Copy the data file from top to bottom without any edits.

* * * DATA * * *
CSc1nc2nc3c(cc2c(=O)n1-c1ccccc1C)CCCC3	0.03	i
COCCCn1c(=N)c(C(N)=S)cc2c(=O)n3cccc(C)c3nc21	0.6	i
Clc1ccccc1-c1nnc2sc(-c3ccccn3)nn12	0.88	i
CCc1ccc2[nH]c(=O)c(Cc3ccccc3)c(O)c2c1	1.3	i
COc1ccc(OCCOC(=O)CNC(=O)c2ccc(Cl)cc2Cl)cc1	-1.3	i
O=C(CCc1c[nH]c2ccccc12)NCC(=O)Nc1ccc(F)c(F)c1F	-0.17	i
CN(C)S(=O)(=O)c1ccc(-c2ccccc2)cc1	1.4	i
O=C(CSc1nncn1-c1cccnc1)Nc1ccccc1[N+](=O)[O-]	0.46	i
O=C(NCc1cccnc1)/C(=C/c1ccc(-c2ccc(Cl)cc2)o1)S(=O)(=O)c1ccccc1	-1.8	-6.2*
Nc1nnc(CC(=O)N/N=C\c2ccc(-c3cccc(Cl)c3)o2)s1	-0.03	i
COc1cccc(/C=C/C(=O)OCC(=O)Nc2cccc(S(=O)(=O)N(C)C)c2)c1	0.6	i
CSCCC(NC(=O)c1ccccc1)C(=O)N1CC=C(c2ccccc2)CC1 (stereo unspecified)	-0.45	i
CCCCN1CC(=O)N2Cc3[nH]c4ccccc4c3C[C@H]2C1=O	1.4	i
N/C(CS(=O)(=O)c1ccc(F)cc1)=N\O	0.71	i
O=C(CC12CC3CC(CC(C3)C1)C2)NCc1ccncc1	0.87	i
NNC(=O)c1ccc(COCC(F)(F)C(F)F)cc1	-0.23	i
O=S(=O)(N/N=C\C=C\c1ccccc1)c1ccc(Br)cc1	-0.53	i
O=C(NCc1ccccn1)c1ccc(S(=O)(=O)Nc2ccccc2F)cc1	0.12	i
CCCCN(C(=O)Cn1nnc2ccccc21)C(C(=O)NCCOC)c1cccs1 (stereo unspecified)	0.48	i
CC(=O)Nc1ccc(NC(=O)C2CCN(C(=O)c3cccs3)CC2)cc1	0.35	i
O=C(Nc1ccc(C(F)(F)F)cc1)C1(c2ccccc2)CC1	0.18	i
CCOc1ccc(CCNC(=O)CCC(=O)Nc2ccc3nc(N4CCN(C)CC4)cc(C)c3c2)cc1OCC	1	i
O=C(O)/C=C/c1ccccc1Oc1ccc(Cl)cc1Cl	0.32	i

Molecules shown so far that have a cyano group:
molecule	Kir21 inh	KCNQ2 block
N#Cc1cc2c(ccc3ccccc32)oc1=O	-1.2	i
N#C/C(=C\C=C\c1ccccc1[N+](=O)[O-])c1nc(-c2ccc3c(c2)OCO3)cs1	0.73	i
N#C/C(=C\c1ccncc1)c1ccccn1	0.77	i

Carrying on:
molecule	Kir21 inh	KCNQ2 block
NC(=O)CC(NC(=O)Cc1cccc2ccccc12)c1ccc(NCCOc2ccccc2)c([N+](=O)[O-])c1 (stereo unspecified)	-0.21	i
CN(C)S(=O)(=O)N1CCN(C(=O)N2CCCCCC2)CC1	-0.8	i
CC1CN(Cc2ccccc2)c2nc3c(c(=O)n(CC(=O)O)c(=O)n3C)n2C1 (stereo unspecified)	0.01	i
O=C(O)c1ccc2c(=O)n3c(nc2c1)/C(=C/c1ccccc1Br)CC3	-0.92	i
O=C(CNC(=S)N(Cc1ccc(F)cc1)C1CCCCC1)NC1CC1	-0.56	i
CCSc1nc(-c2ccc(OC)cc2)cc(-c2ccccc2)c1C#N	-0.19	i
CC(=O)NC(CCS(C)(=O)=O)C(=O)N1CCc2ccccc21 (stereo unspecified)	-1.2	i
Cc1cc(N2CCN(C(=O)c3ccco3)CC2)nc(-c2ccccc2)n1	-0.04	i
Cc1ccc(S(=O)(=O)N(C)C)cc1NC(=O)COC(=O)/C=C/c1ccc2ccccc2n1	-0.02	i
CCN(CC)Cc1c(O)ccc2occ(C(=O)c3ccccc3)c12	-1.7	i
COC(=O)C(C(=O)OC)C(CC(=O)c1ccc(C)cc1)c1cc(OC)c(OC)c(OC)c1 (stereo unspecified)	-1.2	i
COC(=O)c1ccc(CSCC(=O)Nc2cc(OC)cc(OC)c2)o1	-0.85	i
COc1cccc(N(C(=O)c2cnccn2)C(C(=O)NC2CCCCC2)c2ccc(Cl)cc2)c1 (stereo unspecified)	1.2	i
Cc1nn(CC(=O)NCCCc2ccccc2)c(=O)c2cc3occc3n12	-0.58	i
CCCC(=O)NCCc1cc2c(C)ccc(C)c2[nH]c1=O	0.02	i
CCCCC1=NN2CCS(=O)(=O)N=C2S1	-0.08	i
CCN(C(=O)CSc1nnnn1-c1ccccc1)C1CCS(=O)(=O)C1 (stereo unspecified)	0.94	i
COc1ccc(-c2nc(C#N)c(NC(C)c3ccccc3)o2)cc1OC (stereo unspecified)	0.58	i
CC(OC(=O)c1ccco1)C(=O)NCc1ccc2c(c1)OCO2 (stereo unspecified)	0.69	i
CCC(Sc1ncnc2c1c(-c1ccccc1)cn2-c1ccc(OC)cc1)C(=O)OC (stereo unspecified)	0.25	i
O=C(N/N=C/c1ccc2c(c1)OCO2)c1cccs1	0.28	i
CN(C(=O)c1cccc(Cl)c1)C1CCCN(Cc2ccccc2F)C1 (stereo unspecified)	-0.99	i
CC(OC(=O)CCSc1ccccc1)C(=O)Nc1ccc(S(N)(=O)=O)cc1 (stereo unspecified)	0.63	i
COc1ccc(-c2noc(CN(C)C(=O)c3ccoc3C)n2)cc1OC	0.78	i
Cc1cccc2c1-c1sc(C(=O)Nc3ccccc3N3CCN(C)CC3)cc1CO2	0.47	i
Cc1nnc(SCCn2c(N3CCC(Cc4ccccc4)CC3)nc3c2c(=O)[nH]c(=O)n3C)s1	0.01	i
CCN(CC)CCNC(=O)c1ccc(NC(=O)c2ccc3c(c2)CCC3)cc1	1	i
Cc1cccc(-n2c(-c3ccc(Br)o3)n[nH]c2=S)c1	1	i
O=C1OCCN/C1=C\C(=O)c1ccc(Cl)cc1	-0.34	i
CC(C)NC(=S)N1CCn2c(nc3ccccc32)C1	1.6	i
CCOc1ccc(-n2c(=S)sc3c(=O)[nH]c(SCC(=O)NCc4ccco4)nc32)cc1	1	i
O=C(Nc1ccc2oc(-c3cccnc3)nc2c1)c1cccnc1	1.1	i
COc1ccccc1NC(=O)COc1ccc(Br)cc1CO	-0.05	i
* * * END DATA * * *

CSc1nc2nc3c(cc2c(=O)n1-c1ccccc1C)CCCC3	0.03	i
COCCCn1c(=N)c(C(N)=S)cc2c(=O)n3cccc(C)c3nc21	0.6	i
Clc1ccccc1-c1nnc2sc(-c3ccccn3)nn12	0.88	i
CCc1ccc2[nH]c(=O)c(Cc3ccccc3)c(O)c2c1	1.3	i
COc1ccc(OCCOC(=O)CNC(=O)c2ccc(Cl)cc2Cl)cc1	-1.3	i
O=C(CCc1c[nH]c2ccccc12)NCC(=O)Nc1ccc(F)c(F)c1F	-0.17	i
CN(C)S(=O)(=O)c1ccc(-c2ccccc2)cc1	1.4	i
O=C(CSc1nncn1-c1cccnc1)Nc1ccccc1[N+](=O)[O-]	0.46	i
O=C(NCc1cccnc1)/C(=C/c1ccc(-c2ccc(Cl)cc2)o1)S(=O)(=O)c1ccccc1	-1.8	-6.2*
Nc1nnc(CC(=O)N/N=C\c2ccc(-c3cccc(Cl)c3)o2)s1	-0.03	i
COc1cccc(/C=C/C(=O)OCC(=O)Nc2cccc(S(=O)(=O)N(C)C)c2)c1	0.6	i
CSCCC(NC(=O)c1ccccc1)C(=O)N1CC=C(c2ccccc2)CC1 (stereo unspecified)	-0.45	i
CCCCN1CC(=O)N2Cc3[nH]c4ccccc4c3C[C@H]2C1=O	1.4	i
N/C(CS(=O)(=O)c1ccc(F)cc1)=N\O	0.71	i
O=C(CC12CC3CC(CC(C3)C1)C2)NCc1ccncc1	0.87	i
NNC(=O)c1ccc(COCC(F)(F)C(F)F)cc1	-0.23	i
O=S(=O)(N/N=C\C=C\c1ccccc1)c1ccc(Br)cc1	-0.53	i
O=C(NCc1ccccn1)c1ccc(S(=O)(=O)Nc2ccccc2F)cc1	0.12	i
CCCCN(C(=O)Cn1nnc2ccccc21)C(C(=O)NCCOC)c1cccs1 (stereo unspecified)	0.48	i
CC(=O)Nc1ccc(NC(=O)C2CCN(C(=O)c3cccs3)CC2)cc1	0.35	i
O=C(Nc1ccc(C(F)(F)F)cc1)C1(c2ccccc2)CC1	0.18	i
CCOc1ccc(CCNC(=O)CCC(=O)Nc2ccc3nc(N4CCN(C)CC4)cc(C)c3c2)cc1OCC	1	i
O=C(O)/C=C/c1ccccc1Oc1ccc(Cl)cc1Cl	0.32	i

Molecules shown so far that have a cyano group:
molecule	Kir21 inh	KCNQ2 block
N#Cc1cc2c(ccc3ccccc32)oc1=O	-1.2	i
N#C/C(=C\C=C\c1ccccc1[N+](=O)[O-])c1nc(-c2ccc3c(c2)OCO3)cs1	0.73	i
N#C/C(=C\c1ccncc1)c1ccccn1	0.77	i

Carrying on:
molecule	Kir21 inh	KCNQ2 block
NC(=O)CC(NC(=O)Cc1cccc2ccccc12)c1ccc(NCCOc2ccccc2)c([N+](=O)[O-])c1 (stereo unspecified)	-0.21	i
CN(C)S(=O)(=O)N1CCN(C(=O)N2CCCCCC2)CC1	-0.8	i
CC1CN(Cc2ccccc2)c2nc3c(c(=O)n(CC(=O)O)c(=O)n3C)n2C1 (stereo unspecified)	0.01	i
O=C(O)c1ccc2c(=O)n3c(nc2c1)/C(=C/c1ccccc1Br)CC3	-0.92	i
O=C(CNC(=S)N(Cc1ccc(F)cc1)C1CCCCC1)NC1CC1	-0.56	i
CCSc1nc(-c2ccc(OC)cc2)cc(-c2ccccc2)c1C#N	-0.19	i
CC(=O)NC(CCS(C)(=O)=O)C(=O)N1CCc2ccccc21 (stereo unspecified)	-1.2	i
Cc1cc(N2CCN(C(=O)c3ccco3)CC2)nc(-c2ccccc2)n1	-0.04	i
Cc1ccc(S(=O)(=O)N(C)C)cc1NC(=O)COC(=O)/C=C/c1ccc2ccccc2n1	-0.02	i
CCN(CC)Cc1c(O)ccc2occ(C(=O)c3ccccc3)c12	-1.7	i
COC(=O)C(C(=O)OC)C(CC(=O)c1ccc(C)cc1)c1cc(OC)c(OC)c(OC)c1 (stereo unspecified)	-1.2	i
COC(=O)c1ccc(CSCC(=O)Nc2cc(OC)cc(OC)c2)o1	-0.85	i
COc1cccc(N(C(=O)c2cnccn2)C(C(=O)NC2CCCCC2)c2ccc(Cl)cc2)c1 (stereo unspecified)	1.2	i
Cc1nn(CC(=O)NCCCc2ccccc2)c(=O)c2cc3occc3n12	-0.58	i
CCCC(=O)NCCc1cc2c(C)ccc(C)c2[nH]c1=O	0.02	i
CCCCC1=NN2CCS(=O)(=O)N=C2S1	-0.08	i
CCN(C(=O)CSc1nnnn1-c1ccccc1)C1CCS(=O)(=O)C1 (stereo unspecified)	0.94	i
COc1ccc(-c2nc(C#N)c(NC(C)c3ccccc3)o2)cc1OC (stereo unspecified)	0.58	i
CC(OC(=O)c1ccco1)C(=O)NCc1ccc2c(c1)OCO2 (stereo unspecified)	0.69	i
CCC(Sc1ncnc2c1c(-c1ccccc1)cn2-c1ccc(OC)cc1)C(=O)OC (stereo unspecified)	0.25	i
O=C(N/N=C/c1ccc2c(c1)OCO2)c1cccs1	0.28	i
CN(C(=O)c1cccc(Cl)c1)C1CCCN(Cc2ccccc2F)C1 (stereo unspecified)	-0.99	i
CC(OC(=O)CCSc1ccccc1)C(=O)Nc1ccc(S(N)(=O)=O)cc1 (stereo unspecified)	0.63	i
COc1ccc(-c2noc(CN(C)C(=O)c3ccoc3C)n2)cc1OC	0.78	i
Cc1cccc2c1-c1sc(C(=O)Nc3ccccc3N3CCN(C)CC3)cc1CO2	0.47	i
Cc1nnc(SCCn2c(N3CCC(Cc4ccccc4)CC3)nc3c2c(=O)[nH]c(=O)n3C)s1	0.01	i
CCN(CC)CCNC(=O)c1ccc(NC(=O)c2ccc3c(c2)CCC3)cc1	1	i
Cc1cccc(-n2c(-c3ccc(Br)o3)n[nH]c2=S)c1	1	i
O=C1OCCN/C1=C\C(=O)c1ccc(Cl)cc1	-0.34	i
CC(C)NC(=S)N1CCn2c(nc3ccccc32)C1	1.6	i
CCOc1ccc(-n2c(=S)sc3c(=O)[nH]c(SCC(=O)NCc4ccco4)nc32)cc1	1	i
O=C(Nc1ccc2oc(-c3cccnc3)nc2c1)c1cccnc1	1.1	i
COc1ccccc1NC(=O)COc1ccc(Br)cc1CO	-0.05	i